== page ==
Named after French explorer Julien Dubuque, the city of Dubuque, Iowa, was founded in 1833. It's a city situated on seven steep hills, with bluffs that overlook the Mississippi River. A longtime industrial center (meat packing, farm equipment manufactering, windows and doors) that has dropped from a population high of around 70,000 to under 58,000 in the 1990 and 2000 censuses. An Irish and German Catholic town accessible via bluffside staircases, the world's shortest funicular railway, and steep-as-San Francisco-streets with names like Heeb and Air Hill. (Cobblestone streets are not a thing of the past here.) Home to such apparent paradoxes as the Tri-State Independent Blind Society Bookstore.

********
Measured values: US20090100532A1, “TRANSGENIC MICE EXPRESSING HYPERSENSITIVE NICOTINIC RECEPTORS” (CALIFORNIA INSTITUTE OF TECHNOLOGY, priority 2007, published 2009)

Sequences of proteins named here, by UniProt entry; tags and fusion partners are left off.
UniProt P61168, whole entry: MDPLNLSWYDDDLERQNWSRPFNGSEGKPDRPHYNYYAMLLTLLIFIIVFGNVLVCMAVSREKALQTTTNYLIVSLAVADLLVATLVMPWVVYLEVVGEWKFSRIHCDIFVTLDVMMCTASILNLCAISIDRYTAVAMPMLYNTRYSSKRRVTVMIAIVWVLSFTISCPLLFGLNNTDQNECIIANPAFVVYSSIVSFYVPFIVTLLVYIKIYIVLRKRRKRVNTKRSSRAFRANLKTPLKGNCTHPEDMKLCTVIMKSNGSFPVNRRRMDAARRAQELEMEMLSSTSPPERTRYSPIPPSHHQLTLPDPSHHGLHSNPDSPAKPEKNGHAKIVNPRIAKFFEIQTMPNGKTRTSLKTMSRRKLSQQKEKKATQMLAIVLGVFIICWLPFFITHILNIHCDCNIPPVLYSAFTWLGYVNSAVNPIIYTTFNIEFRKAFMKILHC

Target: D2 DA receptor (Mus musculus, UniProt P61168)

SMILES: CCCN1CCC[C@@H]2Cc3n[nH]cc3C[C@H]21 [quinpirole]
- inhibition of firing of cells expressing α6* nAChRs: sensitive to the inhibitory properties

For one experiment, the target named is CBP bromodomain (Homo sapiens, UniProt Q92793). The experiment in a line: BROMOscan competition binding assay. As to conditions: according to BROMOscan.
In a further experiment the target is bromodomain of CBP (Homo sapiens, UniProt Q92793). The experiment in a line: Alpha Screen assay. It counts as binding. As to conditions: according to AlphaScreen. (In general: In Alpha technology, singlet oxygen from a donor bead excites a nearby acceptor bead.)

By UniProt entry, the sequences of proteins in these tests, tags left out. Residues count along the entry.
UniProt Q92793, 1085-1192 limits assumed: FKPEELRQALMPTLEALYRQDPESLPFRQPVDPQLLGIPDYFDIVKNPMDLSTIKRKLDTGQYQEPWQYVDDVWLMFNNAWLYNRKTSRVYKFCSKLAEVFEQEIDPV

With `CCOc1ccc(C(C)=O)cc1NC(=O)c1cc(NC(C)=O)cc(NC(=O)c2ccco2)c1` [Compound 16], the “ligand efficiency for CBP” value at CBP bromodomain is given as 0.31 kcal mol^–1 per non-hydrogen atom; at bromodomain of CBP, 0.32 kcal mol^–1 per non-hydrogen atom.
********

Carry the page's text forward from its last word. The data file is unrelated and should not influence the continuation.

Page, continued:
When I grew up in Dubuque in the 1960s, it was the seat of the whitest county in the United States. The brewing industry had vacated, with minor league baseball soon to follow (though beer came back for a while).
Here's what some Dubuque looks like now:
Notice how residential and industrial abut:
Longtime home of the archdiocese:
Mary Bless America:
This is where I was incarcerated in high school before escaping with a year left in my sentence:
Dubuque is a weird, lovely, curvy, smelly, backward, pretentious, problematic place.
Check out these postcards of old Dubuque
and read about where it used to be a treat to eat.